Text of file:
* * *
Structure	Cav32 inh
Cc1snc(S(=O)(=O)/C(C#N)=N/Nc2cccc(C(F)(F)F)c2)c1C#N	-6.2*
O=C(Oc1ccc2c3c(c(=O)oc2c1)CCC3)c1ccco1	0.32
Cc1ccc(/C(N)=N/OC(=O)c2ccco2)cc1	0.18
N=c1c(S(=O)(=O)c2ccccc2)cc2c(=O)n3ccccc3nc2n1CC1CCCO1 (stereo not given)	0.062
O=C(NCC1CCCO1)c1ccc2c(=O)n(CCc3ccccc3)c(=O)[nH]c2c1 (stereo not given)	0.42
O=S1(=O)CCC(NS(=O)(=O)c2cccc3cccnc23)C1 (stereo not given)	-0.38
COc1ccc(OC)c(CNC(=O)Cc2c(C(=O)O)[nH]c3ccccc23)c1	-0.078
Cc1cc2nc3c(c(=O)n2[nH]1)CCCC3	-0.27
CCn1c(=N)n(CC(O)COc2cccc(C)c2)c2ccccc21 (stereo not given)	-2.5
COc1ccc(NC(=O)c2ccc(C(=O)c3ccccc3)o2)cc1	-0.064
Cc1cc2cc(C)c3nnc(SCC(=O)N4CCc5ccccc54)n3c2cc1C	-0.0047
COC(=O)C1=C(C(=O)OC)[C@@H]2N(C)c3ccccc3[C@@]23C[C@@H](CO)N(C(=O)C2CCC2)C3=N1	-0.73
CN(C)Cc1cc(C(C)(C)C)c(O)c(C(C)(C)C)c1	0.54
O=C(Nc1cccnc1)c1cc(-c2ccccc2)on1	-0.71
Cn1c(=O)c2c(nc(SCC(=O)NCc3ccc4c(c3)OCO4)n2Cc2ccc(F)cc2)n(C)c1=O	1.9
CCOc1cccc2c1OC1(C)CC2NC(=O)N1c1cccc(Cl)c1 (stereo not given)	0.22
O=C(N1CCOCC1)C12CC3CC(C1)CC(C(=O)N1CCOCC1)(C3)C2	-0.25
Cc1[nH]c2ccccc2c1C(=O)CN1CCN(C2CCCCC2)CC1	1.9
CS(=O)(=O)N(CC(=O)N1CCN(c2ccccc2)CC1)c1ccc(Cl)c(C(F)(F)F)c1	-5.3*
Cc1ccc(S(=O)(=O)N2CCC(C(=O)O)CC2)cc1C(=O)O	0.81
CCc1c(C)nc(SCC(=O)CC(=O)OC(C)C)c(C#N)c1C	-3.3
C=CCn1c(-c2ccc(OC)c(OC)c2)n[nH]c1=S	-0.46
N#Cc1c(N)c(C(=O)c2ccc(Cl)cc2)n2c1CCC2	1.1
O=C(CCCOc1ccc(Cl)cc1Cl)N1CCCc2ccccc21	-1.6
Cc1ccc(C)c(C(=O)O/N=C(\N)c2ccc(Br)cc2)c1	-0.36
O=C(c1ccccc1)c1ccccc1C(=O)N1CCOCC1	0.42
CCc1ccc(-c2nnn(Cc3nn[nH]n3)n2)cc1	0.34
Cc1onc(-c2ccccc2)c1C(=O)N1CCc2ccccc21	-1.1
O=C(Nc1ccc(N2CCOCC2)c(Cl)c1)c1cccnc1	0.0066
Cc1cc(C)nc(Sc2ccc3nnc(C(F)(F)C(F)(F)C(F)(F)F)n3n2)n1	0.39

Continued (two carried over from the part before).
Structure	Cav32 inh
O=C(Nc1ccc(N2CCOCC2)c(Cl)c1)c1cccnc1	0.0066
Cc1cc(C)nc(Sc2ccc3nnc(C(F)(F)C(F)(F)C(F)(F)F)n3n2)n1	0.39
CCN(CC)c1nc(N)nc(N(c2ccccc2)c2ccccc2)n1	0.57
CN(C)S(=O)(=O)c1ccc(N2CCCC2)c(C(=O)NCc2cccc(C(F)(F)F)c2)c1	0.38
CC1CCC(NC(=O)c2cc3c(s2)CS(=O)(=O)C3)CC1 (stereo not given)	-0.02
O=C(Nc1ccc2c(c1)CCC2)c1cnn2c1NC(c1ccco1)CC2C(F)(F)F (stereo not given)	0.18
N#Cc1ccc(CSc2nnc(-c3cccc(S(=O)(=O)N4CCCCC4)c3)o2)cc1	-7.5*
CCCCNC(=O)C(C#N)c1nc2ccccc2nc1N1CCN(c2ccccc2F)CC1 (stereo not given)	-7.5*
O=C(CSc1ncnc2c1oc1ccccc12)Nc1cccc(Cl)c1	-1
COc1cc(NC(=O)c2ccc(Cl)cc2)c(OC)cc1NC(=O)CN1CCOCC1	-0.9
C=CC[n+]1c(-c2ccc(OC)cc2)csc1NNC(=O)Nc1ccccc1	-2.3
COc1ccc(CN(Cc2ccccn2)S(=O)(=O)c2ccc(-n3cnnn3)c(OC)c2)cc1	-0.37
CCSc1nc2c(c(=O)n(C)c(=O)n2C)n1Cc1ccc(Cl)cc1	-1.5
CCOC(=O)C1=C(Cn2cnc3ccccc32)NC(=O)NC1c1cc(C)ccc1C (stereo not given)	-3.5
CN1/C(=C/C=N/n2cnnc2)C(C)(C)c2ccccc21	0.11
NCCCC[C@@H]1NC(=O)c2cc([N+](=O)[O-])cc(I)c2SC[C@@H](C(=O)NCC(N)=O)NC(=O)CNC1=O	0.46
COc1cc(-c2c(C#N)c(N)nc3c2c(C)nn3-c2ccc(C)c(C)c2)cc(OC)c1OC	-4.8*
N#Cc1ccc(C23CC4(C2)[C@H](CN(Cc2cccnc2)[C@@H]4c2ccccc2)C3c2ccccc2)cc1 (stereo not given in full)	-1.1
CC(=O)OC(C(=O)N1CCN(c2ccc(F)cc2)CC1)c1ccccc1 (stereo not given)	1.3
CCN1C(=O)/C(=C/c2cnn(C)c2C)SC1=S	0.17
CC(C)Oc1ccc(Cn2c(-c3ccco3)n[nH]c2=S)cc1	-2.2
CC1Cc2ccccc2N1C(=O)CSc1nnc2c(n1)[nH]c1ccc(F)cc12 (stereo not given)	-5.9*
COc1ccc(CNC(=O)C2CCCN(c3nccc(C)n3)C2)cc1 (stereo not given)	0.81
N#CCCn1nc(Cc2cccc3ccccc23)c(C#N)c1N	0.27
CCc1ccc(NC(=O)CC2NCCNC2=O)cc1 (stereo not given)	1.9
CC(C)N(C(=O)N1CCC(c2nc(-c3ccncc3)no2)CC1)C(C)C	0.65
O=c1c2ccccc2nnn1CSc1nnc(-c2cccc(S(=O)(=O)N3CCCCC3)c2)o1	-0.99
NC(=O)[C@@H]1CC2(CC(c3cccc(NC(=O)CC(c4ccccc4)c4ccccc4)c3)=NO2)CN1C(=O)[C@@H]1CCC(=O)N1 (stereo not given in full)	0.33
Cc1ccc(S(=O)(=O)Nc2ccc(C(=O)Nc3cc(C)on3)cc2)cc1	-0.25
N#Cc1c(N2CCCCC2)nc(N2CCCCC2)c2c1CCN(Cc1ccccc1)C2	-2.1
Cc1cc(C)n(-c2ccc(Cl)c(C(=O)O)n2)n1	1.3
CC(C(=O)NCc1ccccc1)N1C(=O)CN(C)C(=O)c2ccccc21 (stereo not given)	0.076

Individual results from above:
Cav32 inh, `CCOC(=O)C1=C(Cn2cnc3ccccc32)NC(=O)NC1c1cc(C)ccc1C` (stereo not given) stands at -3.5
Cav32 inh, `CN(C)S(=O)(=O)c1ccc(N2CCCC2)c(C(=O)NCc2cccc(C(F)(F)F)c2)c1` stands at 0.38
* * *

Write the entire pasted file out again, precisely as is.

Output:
Structure	Cav32 inh
Cc1snc(S(=O)(=O)/C(C#N)=N/Nc2cccc(C(F)(F)F)c2)c1C#N	-6.2*
O=C(Oc1ccc2c3c(c(=O)oc2c1)CCC3)c1ccco1	0.32
Cc1ccc(/C(N)=N/OC(=O)c2ccco2)cc1	0.18
N=c1c(S(=O)(=O)c2ccccc2)cc2c(=O)n3ccccc3nc2n1CC1CCCO1 (stereo not given)	0.062
O=C(NCC1CCCO1)c1ccc2c(=O)n(CCc3ccccc3)c(=O)[nH]c2c1 (stereo not given)	0.42
O=S1(=O)CCC(NS(=O)(=O)c2cccc3cccnc23)C1 (stereo not given)	-0.38
COc1ccc(OC)c(CNC(=O)Cc2c(C(=O)O)[nH]c3ccccc23)c1	-0.078
Cc1cc2nc3c(c(=O)n2[nH]1)CCCC3	-0.27
CCn1c(=N)n(CC(O)COc2cccc(C)c2)c2ccccc21 (stereo not given)	-2.5
COc1ccc(NC(=O)c2ccc(C(=O)c3ccccc3)o2)cc1	-0.064
Cc1cc2cc(C)c3nnc(SCC(=O)N4CCc5ccccc54)n3c2cc1C	-0.0047
COC(=O)C1=C(C(=O)OC)[C@@H]2N(C)c3ccccc3[C@@]23C[C@@H](CO)N(C(=O)C2CCC2)C3=N1	-0.73
CN(C)Cc1cc(C(C)(C)C)c(O)c(C(C)(C)C)c1	0.54
O=C(Nc1cccnc1)c1cc(-c2ccccc2)on1	-0.71
Cn1c(=O)c2c(nc(SCC(=O)NCc3ccc4c(c3)OCO4)n2Cc2ccc(F)cc2)n(C)c1=O	1.9
CCOc1cccc2c1OC1(C)CC2NC(=O)N1c1cccc(Cl)c1 (stereo not given)	0.22
O=C(N1CCOCC1)C12CC3CC(C1)CC(C(=O)N1CCOCC1)(C3)C2	-0.25
Cc1[nH]c2ccccc2c1C(=O)CN1CCN(C2CCCCC2)CC1	1.9
CS(=O)(=O)N(CC(=O)N1CCN(c2ccccc2)CC1)c1ccc(Cl)c(C(F)(F)F)c1	-5.3*
Cc1ccc(S(=O)(=O)N2CCC(C(=O)O)CC2)cc1C(=O)O	0.81
CCc1c(C)nc(SCC(=O)CC(=O)OC(C)C)c(C#N)c1C	-3.3
C=CCn1c(-c2ccc(OC)c(OC)c2)n[nH]c1=S	-0.46
N#Cc1c(N)c(C(=O)c2ccc(Cl)cc2)n2c1CCC2	1.1
O=C(CCCOc1ccc(Cl)cc1Cl)N1CCCc2ccccc21	-1.6
Cc1ccc(C)c(C(=O)O/N=C(\N)c2ccc(Br)cc2)c1	-0.36
O=C(c1ccccc1)c1ccccc1C(=O)N1CCOCC1	0.42
CCc1ccc(-c2nnn(Cc3nn[nH]n3)n2)cc1	0.34
Cc1onc(-c2ccccc2)c1C(=O)N1CCc2ccccc21	-1.1
O=C(Nc1ccc(N2CCOCC2)c(Cl)c1)c1cccnc1	0.0066
Cc1cc(C)nc(Sc2ccc3nnc(C(F)(F)C(F)(F)C(F)(F)F)n3n2)n1	0.39

Continued (two carried over from the part before).
Structure	Cav32 inh
O=C(Nc1ccc(N2CCOCC2)c(Cl)c1)c1cccnc1	0.0066
Cc1cc(C)nc(Sc2ccc3nnc(C(F)(F)C(F)(F)C(F)(F)F)n3n2)n1	0.39
CCN(CC)c1nc(N)nc(N(c2ccccc2)c2ccccc2)n1	0.57
CN(C)S(=O)(=O)c1ccc(N2CCCC2)c(C(=O)NCc2cccc(C(F)(F)F)c2)c1	0.38
CC1CCC(NC(=O)c2cc3c(s2)CS(=O)(=O)C3)CC1 (stereo not given)	-0.02
O=C(Nc1ccc2c(c1)CCC2)c1cnn2c1NC(c1ccco1)CC2C(F)(F)F (stereo not given)	0.18
N#Cc1ccc(CSc2nnc(-c3cccc(S(=O)(=O)N4CCCCC4)c3)o2)cc1	-7.5*
CCCCNC(=O)C(C#N)c1nc2ccccc2nc1N1CCN(c2ccccc2F)CC1 (stereo not given)	-7.5*
O=C(CSc1ncnc2c1oc1ccccc12)Nc1cccc(Cl)c1	-1
COc1cc(NC(=O)c2ccc(Cl)cc2)c(OC)cc1NC(=O)CN1CCOCC1	-0.9
C=CC[n+]1c(-c2ccc(OC)cc2)csc1NNC(=O)Nc1ccccc1	-2.3
COc1ccc(CN(Cc2ccccn2)S(=O)(=O)c2ccc(-n3cnnn3)c(OC)c2)cc1	-0.37
CCSc1nc2c(c(=O)n(C)c(=O)n2C)n1Cc1ccc(Cl)cc1	-1.5
CCOC(=O)C1=C(Cn2cnc3ccccc32)NC(=O)NC1c1cc(C)ccc1C (stereo not given)	-3.5
CN1/C(=C/C=N/n2cnnc2)C(C)(C)c2ccccc21	0.11
NCCCC[C@@H]1NC(=O)c2cc([N+](=O)[O-])cc(I)c2SC[C@@H](C(=O)NCC(N)=O)NC(=O)CNC1=O	0.46
COc1cc(-c2c(C#N)c(N)nc3c2c(C)nn3-c2ccc(C)c(C)c2)cc(OC)c1OC	-4.8*
N#Cc1ccc(C23CC4(C2)[C@H](CN(Cc2cccnc2)[C@@H]4c2ccccc2)C3c2ccccc2)cc1 (stereo not given in full)	-1.1
CC(=O)OC(C(=O)N1CCN(c2ccc(F)cc2)CC1)c1ccccc1 (stereo not given)	1.3
CCN1C(=O)/C(=C/c2cnn(C)c2C)SC1=S	0.17
CC(C)Oc1ccc(Cn2c(-c3ccco3)n[nH]c2=S)cc1	-2.2
CC1Cc2ccccc2N1C(=O)CSc1nnc2c(n1)[nH]c1ccc(F)cc12 (stereo not given)	-5.9*
COc1ccc(CNC(=O)C2CCCN(c3nccc(C)n3)C2)cc1 (stereo not given)	0.81
N#CCCn1nc(Cc2cccc3ccccc23)c(C#N)c1N	0.27
CCc1ccc(NC(=O)CC2NCCNC2=O)cc1 (stereo not given)	1.9
CC(C)N(C(=O)N1CCC(c2nc(-c3ccncc3)no2)CC1)C(C)C	0.65
O=c1c2ccccc2nnn1CSc1nnc(-c2cccc(S(=O)(=O)N3CCCCC3)c2)o1	-0.99
NC(=O)[C@@H]1CC2(CC(c3cccc(NC(=O)CC(c4ccccc4)c4ccccc4)c3)=NO2)CN1C(=O)[C@@H]1CCC(=O)N1 (stereo not given in full)	0.33
Cc1ccc(S(=O)(=O)Nc2ccc(C(=O)Nc3cc(C)on3)cc2)cc1	-0.25
N#Cc1c(N2CCCCC2)nc(N2CCCCC2)c2c1CCN(Cc1ccccc1)C2	-2.1
Cc1cc(C)n(-c2ccc(Cl)c(C(=O)O)n2)n1	1.3
CC(C(=O)NCc1ccccc1)N1C(=O)CN(C)C(=O)c2ccccc21 (stereo not given)	0.076

Individual results from above:
Cav32 inh, `CCOC(=O)C1=C(Cn2cnc3ccccc32)NC(=O)NC1c1cc(C)ccc1C` (stereo not given) stands at -3.5
Cav32 inh, `CN(C)S(=O)(=O)c1ccc(N2CCCC2)c(C(=O)NCc2cccc(C(F)(F)F)c2)c1` stands at 0.38